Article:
House Speaker Nancy Pelosi (D-CA) clearly isn’t concerned with pesky old “ethics” issues if several of her recent financial transactions on Wall Street are any indicator.
According to the Washington Examiner, just two days after she went on the defense regarding members of Congress playing the market and seemingly always making the best possible trades, Pelosi and her husband purchased millions in call options for major companies like Disney and Google.
It was on Dec. 15 that Pelosi shot back at reporters about Congressmembers dabbling in the stock market, saying it’s perfectly acceptable because “We’re a free market economy.” She added, “They [lawmakers] should be able to participate in that.”
Technically, it’s Paul Pelosi, her husband, making the glorious trades that seem to always result in a financial boon for the already extremely wealthy California couple.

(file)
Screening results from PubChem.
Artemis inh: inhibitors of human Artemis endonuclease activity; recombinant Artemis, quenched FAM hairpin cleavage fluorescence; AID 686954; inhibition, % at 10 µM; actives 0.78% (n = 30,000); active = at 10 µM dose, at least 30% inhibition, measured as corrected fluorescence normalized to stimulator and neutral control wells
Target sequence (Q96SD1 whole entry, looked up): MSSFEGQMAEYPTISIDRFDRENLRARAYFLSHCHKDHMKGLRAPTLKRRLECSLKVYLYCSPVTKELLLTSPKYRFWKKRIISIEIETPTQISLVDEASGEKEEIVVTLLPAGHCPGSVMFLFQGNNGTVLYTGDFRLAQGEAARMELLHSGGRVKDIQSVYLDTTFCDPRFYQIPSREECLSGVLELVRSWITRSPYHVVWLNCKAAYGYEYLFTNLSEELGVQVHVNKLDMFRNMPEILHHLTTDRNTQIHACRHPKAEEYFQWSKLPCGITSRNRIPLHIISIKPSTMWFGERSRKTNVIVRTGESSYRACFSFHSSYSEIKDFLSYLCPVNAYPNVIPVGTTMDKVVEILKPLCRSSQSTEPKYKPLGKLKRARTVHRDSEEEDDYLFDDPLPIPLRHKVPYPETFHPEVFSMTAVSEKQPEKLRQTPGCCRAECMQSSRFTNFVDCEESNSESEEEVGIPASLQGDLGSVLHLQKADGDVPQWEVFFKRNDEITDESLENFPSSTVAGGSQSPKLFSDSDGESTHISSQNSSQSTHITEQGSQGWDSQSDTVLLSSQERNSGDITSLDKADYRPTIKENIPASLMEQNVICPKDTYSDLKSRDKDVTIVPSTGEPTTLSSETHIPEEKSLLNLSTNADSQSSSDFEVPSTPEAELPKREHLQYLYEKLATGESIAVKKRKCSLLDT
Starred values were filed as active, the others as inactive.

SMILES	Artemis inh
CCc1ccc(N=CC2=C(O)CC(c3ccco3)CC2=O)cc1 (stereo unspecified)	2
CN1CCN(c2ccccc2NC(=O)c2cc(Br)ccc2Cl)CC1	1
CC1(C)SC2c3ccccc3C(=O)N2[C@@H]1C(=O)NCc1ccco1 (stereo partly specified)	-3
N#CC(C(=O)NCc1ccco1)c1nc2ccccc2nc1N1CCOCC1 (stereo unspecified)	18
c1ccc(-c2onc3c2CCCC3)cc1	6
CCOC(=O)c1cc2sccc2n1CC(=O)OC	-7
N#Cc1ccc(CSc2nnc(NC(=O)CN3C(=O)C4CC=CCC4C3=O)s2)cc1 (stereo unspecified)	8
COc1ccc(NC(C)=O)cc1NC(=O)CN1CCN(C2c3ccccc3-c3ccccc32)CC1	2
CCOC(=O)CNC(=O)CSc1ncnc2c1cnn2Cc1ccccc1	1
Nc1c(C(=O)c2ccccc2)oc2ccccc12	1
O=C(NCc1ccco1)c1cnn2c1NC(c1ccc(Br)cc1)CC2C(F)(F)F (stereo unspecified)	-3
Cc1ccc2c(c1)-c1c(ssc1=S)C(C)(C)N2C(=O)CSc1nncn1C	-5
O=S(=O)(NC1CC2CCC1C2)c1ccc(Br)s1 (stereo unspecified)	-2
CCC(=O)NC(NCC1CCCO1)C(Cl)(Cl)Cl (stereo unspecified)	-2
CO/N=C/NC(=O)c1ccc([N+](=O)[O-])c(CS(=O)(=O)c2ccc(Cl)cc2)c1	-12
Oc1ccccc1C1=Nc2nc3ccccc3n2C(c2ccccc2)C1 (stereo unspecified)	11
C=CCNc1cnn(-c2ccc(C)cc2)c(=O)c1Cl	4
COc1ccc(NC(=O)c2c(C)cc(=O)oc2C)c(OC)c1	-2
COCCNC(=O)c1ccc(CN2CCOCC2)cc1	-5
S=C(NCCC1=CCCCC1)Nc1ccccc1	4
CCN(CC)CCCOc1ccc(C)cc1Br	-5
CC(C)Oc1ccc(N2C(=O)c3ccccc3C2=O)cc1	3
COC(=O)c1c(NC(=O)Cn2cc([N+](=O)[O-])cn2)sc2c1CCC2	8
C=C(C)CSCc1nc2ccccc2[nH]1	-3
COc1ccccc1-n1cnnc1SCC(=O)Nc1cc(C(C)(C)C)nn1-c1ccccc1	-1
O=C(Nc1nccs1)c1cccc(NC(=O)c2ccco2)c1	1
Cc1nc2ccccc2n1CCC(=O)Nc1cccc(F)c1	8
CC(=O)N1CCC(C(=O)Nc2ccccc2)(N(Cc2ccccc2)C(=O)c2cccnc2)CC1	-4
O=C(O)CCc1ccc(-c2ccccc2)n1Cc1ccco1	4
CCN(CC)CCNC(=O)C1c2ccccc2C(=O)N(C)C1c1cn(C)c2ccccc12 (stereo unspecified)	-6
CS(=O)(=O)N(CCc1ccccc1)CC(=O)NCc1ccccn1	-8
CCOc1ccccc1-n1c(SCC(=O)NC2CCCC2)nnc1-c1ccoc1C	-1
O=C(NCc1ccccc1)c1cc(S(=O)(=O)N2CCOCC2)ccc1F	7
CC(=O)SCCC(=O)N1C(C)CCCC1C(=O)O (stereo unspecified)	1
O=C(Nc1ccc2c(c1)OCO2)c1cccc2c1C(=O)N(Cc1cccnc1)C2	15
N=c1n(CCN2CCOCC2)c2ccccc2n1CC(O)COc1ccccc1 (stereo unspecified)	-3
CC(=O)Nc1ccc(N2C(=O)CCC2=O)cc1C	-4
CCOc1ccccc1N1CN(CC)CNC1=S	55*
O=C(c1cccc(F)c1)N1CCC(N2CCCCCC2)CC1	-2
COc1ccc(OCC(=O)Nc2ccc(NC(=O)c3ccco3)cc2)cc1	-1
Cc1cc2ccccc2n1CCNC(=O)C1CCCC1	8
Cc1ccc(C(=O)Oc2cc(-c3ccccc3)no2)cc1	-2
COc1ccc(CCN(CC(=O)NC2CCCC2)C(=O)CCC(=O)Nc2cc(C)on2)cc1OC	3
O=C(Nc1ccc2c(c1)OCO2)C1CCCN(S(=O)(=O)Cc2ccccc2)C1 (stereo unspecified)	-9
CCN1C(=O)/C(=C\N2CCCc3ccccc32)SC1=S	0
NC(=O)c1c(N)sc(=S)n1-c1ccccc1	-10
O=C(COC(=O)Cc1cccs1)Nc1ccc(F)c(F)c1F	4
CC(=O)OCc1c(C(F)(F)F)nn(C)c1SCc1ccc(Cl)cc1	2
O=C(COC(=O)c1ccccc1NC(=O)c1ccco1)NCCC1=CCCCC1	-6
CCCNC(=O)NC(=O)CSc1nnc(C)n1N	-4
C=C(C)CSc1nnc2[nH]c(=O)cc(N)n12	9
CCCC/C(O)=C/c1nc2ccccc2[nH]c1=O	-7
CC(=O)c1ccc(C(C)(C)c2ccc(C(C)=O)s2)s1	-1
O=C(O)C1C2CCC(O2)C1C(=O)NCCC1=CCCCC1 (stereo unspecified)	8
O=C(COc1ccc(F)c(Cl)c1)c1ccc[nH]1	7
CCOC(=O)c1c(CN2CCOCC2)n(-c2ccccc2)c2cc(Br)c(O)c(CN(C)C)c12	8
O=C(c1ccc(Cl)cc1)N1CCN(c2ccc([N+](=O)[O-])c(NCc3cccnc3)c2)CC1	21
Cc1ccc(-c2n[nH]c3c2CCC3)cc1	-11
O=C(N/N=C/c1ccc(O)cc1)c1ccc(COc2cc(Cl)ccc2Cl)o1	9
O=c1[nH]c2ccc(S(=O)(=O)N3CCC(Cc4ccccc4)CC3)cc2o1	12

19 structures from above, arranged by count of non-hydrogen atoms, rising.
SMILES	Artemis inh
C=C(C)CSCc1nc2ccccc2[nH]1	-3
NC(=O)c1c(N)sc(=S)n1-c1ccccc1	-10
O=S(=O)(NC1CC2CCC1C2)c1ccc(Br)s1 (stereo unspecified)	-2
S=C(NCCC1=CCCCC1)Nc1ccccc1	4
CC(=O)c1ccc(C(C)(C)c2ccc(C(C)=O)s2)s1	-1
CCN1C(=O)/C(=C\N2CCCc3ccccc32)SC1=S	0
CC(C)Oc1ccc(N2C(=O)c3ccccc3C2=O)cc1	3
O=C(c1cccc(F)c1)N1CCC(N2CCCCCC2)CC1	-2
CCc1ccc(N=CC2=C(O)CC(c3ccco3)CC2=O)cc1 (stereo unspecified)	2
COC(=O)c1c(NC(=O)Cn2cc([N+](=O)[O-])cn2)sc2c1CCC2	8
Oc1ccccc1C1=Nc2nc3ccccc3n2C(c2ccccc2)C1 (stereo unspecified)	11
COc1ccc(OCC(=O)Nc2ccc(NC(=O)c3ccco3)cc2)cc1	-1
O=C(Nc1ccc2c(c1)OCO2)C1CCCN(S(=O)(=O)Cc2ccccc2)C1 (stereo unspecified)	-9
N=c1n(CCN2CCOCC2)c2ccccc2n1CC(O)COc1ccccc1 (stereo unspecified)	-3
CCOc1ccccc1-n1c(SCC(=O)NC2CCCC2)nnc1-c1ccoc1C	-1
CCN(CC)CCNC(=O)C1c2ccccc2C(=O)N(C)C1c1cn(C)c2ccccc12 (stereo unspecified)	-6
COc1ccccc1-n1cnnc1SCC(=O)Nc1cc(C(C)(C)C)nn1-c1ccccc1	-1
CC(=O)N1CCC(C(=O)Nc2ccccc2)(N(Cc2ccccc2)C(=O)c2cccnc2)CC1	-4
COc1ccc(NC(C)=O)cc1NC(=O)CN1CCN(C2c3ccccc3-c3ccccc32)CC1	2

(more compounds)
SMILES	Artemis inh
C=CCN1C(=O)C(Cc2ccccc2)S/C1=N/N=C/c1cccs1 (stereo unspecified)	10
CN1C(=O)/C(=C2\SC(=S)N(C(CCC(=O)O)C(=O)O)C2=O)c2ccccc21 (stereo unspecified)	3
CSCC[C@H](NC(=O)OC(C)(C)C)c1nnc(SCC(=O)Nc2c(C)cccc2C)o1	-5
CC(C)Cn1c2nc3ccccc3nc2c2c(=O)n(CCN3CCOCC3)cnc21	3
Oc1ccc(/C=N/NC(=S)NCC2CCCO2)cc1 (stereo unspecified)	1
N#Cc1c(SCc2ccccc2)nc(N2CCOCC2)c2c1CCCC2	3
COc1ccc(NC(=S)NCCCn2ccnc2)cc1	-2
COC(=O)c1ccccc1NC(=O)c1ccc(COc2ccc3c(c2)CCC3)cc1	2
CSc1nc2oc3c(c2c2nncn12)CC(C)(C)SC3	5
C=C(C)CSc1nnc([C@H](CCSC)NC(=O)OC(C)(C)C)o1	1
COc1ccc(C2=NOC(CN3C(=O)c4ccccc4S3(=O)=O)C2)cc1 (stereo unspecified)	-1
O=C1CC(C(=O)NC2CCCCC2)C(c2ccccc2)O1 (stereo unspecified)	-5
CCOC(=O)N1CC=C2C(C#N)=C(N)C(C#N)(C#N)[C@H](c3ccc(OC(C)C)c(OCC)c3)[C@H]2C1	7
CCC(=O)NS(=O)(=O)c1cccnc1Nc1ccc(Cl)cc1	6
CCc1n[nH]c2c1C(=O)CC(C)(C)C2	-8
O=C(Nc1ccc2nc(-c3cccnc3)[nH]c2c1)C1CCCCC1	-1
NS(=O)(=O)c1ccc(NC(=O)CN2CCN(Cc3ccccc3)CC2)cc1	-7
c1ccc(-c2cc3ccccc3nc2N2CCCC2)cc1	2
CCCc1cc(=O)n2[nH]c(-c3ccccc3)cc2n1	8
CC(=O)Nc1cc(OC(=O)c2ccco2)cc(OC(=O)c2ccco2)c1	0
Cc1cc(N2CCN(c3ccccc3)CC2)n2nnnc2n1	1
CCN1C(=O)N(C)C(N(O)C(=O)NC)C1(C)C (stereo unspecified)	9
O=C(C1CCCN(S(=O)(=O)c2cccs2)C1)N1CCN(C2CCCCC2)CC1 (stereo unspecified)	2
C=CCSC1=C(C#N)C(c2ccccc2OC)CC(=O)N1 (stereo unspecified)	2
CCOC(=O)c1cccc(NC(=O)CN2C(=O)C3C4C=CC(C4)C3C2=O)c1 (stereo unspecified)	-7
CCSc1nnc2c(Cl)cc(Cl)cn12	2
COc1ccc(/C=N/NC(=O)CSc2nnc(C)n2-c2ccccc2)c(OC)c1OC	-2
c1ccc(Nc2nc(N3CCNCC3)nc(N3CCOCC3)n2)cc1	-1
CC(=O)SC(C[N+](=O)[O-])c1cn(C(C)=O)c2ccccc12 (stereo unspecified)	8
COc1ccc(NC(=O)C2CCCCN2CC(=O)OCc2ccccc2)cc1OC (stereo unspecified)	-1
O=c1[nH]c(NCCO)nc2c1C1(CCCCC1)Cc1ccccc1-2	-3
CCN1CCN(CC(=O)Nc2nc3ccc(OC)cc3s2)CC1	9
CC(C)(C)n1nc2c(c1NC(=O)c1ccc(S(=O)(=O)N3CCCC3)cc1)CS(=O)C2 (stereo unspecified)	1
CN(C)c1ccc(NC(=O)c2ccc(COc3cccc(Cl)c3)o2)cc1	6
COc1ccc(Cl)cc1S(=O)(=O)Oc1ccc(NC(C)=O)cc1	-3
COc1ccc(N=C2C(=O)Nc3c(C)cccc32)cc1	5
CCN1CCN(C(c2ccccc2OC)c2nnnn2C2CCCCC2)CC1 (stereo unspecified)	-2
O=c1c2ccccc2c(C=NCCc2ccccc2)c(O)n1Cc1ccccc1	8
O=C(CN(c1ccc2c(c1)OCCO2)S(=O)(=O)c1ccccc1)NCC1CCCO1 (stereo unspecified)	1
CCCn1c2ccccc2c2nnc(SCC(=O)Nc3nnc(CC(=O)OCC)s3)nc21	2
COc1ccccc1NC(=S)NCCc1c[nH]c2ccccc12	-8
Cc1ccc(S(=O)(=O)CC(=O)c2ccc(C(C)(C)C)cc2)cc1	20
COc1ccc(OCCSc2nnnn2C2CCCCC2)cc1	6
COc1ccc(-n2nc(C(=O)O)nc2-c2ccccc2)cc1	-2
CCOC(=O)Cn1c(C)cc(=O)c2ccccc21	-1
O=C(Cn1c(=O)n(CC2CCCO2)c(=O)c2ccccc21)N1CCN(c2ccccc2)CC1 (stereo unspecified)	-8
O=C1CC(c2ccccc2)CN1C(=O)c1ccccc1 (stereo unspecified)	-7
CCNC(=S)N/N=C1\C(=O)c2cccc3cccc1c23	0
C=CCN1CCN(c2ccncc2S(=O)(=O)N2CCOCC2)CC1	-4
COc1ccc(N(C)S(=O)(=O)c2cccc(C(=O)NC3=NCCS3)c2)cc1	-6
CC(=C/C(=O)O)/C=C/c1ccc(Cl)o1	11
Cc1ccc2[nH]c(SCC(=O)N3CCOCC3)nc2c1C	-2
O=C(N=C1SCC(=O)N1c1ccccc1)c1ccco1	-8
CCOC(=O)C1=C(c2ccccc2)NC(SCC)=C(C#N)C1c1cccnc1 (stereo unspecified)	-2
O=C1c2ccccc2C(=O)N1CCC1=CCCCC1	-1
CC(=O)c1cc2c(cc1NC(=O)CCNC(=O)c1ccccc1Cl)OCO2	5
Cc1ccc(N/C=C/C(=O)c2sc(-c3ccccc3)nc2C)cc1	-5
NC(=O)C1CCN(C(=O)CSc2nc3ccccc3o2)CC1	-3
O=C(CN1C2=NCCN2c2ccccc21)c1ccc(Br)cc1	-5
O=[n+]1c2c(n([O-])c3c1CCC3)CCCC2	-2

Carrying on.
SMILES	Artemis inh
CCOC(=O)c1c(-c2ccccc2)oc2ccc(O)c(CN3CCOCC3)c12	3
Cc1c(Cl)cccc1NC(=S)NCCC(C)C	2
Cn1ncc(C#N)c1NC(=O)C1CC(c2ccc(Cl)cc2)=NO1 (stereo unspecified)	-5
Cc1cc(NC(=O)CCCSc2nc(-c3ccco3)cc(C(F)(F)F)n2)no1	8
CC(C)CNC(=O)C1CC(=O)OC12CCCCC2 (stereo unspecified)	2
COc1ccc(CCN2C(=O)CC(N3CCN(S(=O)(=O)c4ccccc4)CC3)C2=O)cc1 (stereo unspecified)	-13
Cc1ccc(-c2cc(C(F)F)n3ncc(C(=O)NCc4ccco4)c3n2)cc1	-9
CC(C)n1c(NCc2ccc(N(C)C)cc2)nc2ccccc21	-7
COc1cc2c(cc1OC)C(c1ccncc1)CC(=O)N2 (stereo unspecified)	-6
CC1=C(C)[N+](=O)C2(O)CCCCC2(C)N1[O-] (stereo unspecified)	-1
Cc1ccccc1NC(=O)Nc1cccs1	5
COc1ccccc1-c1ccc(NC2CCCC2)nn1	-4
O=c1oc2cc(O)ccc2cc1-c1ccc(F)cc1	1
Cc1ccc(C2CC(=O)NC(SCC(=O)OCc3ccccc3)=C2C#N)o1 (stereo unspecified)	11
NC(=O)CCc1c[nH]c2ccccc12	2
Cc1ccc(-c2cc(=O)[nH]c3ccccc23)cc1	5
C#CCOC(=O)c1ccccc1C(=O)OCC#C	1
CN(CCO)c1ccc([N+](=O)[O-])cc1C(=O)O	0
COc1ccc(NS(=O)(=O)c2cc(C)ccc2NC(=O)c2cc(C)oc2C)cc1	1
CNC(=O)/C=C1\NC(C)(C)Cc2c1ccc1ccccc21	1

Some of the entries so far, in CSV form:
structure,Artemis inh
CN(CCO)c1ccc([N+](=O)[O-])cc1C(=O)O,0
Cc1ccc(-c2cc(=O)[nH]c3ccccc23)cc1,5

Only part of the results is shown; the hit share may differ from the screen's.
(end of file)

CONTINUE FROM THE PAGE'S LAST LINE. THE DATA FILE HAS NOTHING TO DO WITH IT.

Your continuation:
Recently, Paul Pelosi went on a Wall Street shopping spree by purchasing between $500,000 and $1 million of Alphabet (Google’s parent company) stock. He added Disney shares, to the tune of somewhere in the neighborhood of $250,000.
“Three days later, on Dec. 20, the couple made two separate purchases in Salesforce — one worth between $100,000 and $250,000 and another between $500,000 and $1 million, as well as one purchase of Roblox worth between $250,000 and $500,000,” the Examiner noted, citing recently published financial disclosures.
Interestingly, while most of the Democratic caucus closely protects the speaker at all costs, progressive “Squad” Rep. Alexandria Ocasio-Cortez has vastly different thoughts regarding members of Congress making stock trades, backing the idea of banning the practice.
“I choose not to hold any so I can remain impartial about policy making,” Ocasio-Cortez said on Instagram. “I want to do my job as ethically and impartially as I can.”
This is clearly an issue that needs to be addressed, as examples continue to emerge of members of Congress entering public office without much wealth, and leaving with piles of cash, houses, and various assets. That’s definitely not what the Founding Fathers had in mind for those elected to high office.